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Types of Social Security Benefits

Updated: Oct 19, 2021


Social Security Disability Insurance Benefits (SSDIB) are monthly cash and medical benefits (Medicare) for disabled adults who have sufficient quarters of earnings over the last ten years. You must have worked and paid federal income tax during in five of the last ten years to qualify for SSDIB. The amount received is determined by your taxable earnings. The medical qualifications for SSDIB and SSI are the same.


Supplemental Security Income is a monthly cash payment and more limited medical benefits (Medicaid). The monthly amount received is currently $794 for an individual, and $1,191 for a couple. The amount changes with annual cost of living increases (latest increase 1.3 percent). The monthly amount is also reduced by subtracting "countable income" by the individual and their spouse. Countable income is anything received in a month that you can use to meet your needs for food in shelter, including cash or in kind.

Children's Benefits

Children are entitled to SSI payments if they have a physical or mental condition that very seriously limits their activities that least at least one year or results in death.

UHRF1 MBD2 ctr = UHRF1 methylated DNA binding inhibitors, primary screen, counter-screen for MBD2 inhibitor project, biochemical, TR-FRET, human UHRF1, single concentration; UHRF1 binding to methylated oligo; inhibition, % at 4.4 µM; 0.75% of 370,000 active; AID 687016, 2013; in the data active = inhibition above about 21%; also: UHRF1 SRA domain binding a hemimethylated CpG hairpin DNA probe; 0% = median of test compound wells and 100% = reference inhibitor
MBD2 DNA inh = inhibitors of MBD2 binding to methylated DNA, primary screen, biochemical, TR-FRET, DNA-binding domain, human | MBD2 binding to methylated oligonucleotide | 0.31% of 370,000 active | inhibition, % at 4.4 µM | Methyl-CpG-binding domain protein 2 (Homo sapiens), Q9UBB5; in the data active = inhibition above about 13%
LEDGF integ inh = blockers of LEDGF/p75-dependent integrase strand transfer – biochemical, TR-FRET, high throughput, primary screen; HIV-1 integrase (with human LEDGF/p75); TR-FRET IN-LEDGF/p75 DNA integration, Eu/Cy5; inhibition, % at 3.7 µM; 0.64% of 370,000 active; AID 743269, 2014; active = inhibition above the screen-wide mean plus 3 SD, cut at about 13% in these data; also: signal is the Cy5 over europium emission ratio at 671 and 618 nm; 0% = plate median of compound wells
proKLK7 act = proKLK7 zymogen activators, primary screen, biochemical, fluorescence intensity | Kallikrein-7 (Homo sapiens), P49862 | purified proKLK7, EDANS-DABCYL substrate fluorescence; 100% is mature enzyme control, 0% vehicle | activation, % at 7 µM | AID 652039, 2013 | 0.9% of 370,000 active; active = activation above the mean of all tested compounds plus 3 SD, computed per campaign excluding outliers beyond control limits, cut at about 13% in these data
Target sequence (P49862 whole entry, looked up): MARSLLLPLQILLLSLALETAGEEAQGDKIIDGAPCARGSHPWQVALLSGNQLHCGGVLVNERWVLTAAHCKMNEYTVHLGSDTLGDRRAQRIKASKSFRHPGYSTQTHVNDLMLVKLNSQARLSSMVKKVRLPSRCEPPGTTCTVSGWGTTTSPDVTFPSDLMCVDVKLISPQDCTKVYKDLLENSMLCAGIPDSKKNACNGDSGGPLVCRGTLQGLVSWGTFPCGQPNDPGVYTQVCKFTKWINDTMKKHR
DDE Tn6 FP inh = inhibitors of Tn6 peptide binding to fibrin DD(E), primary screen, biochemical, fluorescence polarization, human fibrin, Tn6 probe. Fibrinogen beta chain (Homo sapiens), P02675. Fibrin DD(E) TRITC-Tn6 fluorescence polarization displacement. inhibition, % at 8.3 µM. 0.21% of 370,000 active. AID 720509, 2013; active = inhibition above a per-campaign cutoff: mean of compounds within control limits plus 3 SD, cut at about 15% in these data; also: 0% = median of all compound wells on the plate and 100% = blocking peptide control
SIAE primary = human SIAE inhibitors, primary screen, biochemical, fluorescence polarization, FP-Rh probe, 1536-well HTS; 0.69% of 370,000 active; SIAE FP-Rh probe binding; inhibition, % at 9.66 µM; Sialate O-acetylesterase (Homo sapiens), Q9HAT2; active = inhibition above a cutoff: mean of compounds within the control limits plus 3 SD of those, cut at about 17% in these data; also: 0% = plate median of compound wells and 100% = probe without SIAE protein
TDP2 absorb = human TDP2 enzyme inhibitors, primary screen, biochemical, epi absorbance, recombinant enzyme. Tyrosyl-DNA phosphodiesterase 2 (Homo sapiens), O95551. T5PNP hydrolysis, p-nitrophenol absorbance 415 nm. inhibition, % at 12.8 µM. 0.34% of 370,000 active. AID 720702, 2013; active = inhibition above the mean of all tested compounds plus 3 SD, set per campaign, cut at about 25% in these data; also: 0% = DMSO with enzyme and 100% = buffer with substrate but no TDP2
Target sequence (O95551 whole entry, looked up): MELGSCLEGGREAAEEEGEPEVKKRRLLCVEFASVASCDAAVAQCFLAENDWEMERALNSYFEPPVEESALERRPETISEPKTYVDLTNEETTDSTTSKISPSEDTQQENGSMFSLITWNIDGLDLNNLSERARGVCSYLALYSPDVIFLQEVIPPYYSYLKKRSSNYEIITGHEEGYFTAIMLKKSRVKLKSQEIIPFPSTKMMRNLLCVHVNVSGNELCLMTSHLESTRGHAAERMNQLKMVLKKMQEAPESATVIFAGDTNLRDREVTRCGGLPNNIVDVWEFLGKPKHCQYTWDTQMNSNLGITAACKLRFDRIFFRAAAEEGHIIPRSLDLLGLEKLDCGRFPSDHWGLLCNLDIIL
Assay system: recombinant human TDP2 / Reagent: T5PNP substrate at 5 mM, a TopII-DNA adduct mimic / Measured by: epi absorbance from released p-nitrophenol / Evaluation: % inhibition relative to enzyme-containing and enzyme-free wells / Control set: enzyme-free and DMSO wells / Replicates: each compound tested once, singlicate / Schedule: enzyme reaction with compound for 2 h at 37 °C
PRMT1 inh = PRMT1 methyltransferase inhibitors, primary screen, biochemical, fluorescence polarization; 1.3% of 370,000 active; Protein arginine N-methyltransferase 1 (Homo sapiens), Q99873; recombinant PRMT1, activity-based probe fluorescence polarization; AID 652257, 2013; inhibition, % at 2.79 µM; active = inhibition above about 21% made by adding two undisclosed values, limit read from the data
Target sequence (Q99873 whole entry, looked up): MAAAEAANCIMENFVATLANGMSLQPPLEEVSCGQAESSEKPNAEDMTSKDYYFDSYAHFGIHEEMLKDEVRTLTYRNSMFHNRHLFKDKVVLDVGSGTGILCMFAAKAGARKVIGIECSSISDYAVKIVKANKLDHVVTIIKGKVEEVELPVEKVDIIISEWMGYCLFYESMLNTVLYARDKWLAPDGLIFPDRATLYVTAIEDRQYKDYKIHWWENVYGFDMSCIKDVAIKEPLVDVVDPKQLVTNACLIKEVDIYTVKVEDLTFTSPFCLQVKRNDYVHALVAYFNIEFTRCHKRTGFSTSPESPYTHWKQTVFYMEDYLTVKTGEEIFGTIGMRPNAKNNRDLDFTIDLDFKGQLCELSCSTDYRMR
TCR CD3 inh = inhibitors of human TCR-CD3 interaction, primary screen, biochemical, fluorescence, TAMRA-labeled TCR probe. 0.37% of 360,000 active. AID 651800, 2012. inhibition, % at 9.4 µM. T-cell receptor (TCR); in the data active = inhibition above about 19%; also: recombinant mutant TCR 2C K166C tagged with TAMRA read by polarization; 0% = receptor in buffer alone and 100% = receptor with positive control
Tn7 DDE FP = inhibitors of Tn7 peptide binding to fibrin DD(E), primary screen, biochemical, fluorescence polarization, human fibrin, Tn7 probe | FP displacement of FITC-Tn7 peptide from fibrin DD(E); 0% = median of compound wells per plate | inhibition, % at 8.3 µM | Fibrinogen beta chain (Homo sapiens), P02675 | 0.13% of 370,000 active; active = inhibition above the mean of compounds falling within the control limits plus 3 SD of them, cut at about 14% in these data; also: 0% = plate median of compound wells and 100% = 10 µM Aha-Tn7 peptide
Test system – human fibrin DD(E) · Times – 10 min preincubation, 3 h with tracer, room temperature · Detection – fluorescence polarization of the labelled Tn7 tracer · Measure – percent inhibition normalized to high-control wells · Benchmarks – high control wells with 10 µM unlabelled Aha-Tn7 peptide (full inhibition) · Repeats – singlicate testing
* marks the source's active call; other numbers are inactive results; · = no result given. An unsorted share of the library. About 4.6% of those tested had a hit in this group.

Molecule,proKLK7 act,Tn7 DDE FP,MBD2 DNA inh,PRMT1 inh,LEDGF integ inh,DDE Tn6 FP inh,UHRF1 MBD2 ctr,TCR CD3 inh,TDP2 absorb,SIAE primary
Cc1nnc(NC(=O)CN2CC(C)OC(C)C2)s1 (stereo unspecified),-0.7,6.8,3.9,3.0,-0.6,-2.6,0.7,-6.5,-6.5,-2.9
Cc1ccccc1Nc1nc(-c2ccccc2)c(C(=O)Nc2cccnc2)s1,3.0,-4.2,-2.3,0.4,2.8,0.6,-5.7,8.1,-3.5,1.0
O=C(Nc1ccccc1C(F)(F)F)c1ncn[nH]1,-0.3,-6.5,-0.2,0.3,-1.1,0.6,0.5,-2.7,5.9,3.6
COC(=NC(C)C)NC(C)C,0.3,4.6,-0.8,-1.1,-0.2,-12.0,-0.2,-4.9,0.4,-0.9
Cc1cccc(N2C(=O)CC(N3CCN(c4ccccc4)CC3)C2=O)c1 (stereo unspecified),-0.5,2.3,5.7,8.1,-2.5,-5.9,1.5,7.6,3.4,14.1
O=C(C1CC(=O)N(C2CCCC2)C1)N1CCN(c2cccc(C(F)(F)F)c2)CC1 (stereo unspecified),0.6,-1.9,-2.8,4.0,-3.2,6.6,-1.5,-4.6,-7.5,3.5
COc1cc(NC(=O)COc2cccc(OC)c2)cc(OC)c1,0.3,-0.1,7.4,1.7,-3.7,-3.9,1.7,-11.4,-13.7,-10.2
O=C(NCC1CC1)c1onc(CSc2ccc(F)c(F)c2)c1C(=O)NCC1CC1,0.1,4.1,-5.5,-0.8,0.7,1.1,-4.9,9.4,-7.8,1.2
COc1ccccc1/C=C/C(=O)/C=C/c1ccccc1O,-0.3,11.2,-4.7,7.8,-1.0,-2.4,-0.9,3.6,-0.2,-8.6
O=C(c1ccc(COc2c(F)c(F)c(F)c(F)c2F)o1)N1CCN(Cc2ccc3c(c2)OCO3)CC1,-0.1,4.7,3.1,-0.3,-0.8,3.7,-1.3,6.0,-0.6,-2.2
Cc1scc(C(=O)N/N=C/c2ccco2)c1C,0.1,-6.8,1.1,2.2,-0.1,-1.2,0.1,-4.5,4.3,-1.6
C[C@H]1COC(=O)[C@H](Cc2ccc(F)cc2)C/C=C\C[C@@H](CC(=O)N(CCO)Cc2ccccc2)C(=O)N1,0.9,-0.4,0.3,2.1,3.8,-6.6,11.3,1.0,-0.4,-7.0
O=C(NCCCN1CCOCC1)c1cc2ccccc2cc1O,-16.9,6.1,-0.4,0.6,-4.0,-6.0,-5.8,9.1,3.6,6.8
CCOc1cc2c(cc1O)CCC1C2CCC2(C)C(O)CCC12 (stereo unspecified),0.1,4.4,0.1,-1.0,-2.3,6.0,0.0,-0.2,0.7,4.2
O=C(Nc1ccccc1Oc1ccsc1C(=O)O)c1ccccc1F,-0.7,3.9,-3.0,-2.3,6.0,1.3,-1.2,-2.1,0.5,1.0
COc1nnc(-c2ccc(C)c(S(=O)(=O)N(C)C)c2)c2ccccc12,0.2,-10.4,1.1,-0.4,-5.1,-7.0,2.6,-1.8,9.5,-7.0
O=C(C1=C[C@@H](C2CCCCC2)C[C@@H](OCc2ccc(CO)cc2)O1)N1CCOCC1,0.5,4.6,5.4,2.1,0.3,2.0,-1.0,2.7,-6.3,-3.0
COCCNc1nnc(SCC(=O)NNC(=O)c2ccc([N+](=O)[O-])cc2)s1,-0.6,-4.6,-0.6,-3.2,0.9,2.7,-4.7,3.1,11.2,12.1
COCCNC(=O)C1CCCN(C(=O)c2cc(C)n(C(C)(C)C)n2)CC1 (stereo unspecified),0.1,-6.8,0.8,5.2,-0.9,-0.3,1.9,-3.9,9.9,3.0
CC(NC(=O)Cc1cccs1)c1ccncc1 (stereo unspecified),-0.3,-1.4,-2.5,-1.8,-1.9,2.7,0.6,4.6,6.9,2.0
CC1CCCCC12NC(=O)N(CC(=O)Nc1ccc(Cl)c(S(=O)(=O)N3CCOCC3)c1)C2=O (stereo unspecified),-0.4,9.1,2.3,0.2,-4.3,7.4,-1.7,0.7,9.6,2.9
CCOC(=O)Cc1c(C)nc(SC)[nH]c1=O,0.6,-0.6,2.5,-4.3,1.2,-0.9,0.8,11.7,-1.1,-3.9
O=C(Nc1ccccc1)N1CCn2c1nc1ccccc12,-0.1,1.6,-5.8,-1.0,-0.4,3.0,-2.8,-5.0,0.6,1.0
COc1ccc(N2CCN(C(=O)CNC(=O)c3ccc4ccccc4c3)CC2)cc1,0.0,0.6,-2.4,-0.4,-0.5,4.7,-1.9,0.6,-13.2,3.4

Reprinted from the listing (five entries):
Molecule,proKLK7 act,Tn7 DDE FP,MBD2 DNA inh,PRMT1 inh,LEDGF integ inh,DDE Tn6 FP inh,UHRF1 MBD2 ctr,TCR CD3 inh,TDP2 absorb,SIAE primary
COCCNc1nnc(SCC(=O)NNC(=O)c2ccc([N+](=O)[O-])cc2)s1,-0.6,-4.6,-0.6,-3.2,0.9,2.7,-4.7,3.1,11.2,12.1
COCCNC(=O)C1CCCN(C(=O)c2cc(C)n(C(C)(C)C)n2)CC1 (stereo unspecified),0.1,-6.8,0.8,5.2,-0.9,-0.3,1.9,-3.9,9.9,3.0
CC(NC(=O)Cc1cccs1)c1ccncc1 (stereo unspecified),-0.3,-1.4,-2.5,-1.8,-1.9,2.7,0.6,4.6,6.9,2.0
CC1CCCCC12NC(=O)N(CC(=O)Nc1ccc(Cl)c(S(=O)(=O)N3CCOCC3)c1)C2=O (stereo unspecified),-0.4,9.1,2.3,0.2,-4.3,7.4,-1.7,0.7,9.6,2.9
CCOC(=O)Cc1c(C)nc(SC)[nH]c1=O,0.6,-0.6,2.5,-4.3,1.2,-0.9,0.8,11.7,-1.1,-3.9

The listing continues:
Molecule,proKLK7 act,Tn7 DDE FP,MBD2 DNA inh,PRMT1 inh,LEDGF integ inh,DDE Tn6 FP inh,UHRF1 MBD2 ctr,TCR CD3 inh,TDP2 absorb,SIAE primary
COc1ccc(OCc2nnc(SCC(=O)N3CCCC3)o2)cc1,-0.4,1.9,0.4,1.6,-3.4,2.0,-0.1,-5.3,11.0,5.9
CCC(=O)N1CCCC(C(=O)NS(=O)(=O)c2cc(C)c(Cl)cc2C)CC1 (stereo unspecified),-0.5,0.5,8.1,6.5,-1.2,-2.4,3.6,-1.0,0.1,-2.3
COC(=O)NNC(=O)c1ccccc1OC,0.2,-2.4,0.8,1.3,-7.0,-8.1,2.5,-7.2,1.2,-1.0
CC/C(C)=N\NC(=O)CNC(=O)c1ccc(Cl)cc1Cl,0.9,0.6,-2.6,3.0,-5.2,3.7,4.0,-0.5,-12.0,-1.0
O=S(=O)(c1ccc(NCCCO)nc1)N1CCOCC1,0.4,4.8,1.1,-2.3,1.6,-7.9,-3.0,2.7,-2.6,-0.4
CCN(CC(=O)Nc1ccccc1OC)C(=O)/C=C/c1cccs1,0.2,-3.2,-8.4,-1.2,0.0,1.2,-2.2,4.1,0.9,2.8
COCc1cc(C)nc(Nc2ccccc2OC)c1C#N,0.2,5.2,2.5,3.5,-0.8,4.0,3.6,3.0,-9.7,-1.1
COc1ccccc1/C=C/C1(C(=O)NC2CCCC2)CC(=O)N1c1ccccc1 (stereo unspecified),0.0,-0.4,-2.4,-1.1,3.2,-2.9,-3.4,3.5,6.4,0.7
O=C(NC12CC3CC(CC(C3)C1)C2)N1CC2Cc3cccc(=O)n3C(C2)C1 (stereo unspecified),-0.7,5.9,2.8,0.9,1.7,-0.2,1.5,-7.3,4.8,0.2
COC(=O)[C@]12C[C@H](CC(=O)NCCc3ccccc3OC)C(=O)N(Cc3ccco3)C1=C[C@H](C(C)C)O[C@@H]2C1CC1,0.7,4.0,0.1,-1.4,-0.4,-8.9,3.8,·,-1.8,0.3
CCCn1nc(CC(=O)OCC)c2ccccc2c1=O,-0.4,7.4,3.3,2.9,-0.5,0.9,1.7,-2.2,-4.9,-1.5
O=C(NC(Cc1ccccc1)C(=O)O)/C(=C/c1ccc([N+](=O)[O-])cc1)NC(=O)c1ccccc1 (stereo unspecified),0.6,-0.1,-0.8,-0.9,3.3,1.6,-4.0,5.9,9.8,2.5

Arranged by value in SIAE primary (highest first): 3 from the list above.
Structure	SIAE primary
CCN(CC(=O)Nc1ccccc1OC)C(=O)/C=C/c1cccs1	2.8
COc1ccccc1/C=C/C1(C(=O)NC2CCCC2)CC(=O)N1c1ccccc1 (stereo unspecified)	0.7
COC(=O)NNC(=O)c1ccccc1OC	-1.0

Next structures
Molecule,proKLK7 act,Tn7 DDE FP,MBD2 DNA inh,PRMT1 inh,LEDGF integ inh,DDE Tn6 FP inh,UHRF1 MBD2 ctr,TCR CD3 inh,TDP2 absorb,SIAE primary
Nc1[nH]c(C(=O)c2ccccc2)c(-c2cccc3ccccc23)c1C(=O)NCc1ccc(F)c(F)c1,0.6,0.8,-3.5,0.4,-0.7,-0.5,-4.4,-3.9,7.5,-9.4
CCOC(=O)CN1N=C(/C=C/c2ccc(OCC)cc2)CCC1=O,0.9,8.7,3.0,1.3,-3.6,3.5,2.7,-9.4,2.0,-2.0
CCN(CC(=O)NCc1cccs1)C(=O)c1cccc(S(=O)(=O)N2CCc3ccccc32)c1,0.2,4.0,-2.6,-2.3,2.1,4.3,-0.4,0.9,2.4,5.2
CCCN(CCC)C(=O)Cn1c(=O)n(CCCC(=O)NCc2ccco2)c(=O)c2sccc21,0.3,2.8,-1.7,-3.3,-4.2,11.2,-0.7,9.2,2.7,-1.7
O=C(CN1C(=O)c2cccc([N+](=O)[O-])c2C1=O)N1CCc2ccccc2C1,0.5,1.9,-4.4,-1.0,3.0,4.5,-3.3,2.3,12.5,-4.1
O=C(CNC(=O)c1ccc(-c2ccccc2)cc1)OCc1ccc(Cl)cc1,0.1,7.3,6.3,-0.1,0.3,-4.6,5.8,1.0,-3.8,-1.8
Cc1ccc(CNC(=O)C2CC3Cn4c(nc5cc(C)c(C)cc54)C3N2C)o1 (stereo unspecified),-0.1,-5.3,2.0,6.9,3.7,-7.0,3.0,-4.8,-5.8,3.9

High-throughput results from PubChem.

Widow and survivor benefits:

Certain family members of the deceased disabled person may be eligible to receive monthly benefits if they are:

  • A widow or widower age 60 or older (age 50 or older if disabled).

  • A surviving divorced spouse, under certain circumstances.

  • A widow or widower at any age who is caring for the deceased’s child who is under age 16 or disabled and receiving child’s benefits.

  • An unmarried child of the deceased who is younger than 18 (19 if a student) or

  • Age 18 or older with a disability that began before age 22.

  • Under certain circumstances a stepchild, grandchild, step grandchild, or adopted child may be eligible.

  • Parents, age 62 or older, who were dependent on the deceased for at least half of their support.

Death Benefits

Social Security pays a one-time lump-sum death payment of $255 to the surviving spouse if they lived together or were receiving benefits on their spouse's record. If there is no surviving spouse, the payment is made to a child who is eligible for benefits on their parent's record.

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